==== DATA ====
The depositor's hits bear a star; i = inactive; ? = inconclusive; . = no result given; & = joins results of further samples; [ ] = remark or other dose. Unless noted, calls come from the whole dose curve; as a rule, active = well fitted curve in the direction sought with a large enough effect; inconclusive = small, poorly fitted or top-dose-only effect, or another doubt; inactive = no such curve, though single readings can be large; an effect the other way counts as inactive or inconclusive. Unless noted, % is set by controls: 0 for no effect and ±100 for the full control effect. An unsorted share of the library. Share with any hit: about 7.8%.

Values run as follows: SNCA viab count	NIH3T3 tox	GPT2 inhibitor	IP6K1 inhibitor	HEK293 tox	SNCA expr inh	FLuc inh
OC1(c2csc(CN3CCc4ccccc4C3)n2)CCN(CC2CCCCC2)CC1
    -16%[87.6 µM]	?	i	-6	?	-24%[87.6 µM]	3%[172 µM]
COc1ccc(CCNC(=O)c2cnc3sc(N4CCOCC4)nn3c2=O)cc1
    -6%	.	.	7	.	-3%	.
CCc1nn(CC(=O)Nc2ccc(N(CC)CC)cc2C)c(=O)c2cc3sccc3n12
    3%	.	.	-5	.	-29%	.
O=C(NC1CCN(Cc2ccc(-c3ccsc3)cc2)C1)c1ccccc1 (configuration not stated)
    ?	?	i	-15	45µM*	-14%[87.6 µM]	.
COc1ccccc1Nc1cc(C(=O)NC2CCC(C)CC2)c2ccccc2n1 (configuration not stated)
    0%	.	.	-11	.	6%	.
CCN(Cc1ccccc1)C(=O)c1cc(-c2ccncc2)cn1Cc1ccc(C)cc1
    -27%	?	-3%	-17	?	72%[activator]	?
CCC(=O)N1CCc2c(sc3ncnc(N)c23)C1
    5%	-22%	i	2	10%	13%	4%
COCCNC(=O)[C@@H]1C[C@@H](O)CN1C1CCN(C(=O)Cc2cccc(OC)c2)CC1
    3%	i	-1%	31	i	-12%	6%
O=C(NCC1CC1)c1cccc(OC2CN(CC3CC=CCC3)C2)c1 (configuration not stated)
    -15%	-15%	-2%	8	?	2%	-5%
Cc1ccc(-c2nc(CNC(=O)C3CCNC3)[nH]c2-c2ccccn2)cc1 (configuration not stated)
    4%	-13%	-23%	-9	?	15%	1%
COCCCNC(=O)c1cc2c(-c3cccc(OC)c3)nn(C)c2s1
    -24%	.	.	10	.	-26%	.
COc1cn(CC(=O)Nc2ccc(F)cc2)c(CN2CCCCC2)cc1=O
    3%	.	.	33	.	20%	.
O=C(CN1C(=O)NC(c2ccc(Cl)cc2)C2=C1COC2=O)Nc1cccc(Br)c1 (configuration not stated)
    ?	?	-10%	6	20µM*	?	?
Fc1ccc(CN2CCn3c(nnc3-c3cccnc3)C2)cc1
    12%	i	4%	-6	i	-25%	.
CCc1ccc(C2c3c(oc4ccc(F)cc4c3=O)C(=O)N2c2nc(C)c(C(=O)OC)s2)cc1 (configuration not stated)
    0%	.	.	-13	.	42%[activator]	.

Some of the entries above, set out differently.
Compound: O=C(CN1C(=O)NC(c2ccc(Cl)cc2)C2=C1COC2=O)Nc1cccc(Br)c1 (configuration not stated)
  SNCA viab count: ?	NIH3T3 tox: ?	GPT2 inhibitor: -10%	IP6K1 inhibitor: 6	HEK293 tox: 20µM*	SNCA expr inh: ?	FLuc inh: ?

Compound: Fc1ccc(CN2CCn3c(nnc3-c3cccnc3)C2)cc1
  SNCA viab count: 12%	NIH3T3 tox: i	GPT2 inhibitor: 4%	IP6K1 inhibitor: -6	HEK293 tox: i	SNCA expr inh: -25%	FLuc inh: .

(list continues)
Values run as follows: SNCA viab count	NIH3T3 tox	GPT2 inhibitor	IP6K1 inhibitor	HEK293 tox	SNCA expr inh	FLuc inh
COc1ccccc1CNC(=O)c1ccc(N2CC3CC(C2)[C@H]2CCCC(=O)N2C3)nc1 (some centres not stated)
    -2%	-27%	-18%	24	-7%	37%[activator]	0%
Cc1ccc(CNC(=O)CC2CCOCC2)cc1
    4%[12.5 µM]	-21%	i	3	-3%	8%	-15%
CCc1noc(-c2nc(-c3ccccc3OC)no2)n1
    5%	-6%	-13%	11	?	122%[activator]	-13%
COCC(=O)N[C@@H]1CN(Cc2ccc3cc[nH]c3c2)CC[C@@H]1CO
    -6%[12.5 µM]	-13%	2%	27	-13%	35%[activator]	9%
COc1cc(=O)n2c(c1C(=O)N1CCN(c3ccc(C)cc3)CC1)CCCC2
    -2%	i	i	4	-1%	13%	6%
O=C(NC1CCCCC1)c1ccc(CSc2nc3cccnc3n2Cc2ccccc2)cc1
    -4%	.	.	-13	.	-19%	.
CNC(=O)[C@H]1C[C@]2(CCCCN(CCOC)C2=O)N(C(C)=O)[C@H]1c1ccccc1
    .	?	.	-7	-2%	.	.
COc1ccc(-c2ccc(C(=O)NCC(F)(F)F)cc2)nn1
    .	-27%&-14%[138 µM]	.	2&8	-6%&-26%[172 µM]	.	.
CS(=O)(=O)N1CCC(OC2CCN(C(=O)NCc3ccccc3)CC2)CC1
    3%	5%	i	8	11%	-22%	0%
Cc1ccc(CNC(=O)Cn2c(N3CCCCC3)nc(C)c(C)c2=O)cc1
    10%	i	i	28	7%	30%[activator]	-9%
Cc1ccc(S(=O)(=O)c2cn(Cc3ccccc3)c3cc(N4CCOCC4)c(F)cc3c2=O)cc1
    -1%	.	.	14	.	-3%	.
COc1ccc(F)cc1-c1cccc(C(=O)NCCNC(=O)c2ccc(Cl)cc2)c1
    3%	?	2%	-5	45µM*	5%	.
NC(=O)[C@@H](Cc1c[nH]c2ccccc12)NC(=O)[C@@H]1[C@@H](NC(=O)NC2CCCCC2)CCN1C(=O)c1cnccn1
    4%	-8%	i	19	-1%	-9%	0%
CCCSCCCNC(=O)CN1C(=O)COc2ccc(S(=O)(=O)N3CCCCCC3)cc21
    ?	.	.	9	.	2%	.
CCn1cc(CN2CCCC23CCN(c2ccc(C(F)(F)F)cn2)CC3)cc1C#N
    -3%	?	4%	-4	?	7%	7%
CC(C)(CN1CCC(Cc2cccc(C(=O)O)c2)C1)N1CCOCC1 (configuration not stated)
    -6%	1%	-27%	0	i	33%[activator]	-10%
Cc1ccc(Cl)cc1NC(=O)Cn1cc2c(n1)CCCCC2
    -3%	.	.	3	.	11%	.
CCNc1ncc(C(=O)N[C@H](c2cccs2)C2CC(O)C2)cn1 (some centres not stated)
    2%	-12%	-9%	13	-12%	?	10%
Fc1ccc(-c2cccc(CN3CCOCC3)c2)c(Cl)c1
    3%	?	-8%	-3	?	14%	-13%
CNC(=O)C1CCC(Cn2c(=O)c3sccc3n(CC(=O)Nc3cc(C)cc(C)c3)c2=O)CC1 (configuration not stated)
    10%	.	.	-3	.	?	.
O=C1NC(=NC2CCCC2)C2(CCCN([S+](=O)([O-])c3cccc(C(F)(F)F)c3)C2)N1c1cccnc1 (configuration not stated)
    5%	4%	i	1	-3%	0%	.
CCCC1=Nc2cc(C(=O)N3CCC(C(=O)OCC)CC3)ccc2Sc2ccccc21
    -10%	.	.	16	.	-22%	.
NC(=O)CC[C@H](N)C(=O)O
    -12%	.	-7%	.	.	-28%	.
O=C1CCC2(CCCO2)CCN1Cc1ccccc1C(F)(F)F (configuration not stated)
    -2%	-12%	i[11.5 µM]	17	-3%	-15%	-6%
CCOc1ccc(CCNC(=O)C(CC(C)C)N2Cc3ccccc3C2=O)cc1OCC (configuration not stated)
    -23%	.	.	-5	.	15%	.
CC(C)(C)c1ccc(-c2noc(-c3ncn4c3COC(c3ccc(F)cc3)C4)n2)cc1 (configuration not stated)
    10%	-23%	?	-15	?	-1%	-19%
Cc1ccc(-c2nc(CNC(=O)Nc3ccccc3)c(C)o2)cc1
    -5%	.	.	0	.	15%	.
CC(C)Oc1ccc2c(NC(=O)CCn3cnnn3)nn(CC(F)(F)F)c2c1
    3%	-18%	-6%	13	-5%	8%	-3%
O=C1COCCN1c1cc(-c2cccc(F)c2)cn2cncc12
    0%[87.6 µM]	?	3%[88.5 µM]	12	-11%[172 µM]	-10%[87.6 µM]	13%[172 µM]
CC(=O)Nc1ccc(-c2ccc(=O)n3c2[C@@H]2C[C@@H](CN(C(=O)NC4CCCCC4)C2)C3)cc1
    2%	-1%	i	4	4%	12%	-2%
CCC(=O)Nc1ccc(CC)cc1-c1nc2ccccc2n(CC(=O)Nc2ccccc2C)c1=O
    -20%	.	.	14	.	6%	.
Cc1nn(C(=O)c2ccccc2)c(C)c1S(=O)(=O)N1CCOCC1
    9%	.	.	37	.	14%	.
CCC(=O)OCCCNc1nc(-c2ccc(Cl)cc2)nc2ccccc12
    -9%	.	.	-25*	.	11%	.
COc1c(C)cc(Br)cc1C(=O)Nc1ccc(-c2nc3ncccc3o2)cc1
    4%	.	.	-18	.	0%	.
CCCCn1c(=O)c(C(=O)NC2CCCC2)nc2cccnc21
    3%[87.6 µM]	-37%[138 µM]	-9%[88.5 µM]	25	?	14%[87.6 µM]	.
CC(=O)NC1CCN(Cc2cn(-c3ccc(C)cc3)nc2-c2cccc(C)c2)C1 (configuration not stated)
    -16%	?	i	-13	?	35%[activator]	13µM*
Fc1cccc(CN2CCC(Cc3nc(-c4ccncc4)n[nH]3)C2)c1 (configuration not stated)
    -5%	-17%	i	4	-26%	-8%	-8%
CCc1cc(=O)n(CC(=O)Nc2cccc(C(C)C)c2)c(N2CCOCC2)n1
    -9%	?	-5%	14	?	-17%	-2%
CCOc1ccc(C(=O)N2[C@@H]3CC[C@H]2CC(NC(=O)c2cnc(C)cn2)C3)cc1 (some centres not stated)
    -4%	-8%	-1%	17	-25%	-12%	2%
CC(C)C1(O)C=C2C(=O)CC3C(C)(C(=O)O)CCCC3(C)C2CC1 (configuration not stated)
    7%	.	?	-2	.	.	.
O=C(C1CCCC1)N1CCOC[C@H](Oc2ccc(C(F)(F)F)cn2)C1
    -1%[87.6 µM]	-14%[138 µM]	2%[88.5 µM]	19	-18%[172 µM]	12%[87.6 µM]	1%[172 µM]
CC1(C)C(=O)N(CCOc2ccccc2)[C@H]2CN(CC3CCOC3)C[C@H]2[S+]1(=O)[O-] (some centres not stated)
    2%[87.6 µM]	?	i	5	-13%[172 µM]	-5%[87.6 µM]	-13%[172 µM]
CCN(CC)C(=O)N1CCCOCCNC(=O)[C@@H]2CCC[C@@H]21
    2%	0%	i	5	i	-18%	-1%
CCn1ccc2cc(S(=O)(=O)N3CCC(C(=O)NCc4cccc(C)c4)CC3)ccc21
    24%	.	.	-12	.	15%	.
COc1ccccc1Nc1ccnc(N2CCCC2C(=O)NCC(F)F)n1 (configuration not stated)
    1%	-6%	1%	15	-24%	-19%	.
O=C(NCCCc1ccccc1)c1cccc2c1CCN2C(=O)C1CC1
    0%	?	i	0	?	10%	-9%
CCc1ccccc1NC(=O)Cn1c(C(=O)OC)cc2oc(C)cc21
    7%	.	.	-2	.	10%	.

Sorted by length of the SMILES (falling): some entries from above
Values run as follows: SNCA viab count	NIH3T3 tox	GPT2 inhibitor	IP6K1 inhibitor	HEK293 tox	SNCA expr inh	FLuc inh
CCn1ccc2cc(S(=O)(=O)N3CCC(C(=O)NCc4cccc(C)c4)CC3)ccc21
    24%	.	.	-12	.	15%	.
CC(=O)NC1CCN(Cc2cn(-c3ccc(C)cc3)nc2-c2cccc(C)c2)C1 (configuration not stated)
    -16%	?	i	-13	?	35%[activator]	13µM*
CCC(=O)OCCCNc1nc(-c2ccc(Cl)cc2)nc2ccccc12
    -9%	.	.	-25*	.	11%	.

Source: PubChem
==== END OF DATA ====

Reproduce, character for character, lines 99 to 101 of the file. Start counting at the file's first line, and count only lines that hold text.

    2%	-1%	i	4	4%	12%	-2%
CCC(=O)Nc1ccc(CC)cc1-c1nc2ccccc2n(CC(=O)Nc2ccccc2C)c1=O
    -20%	.	.	14	.	6%	.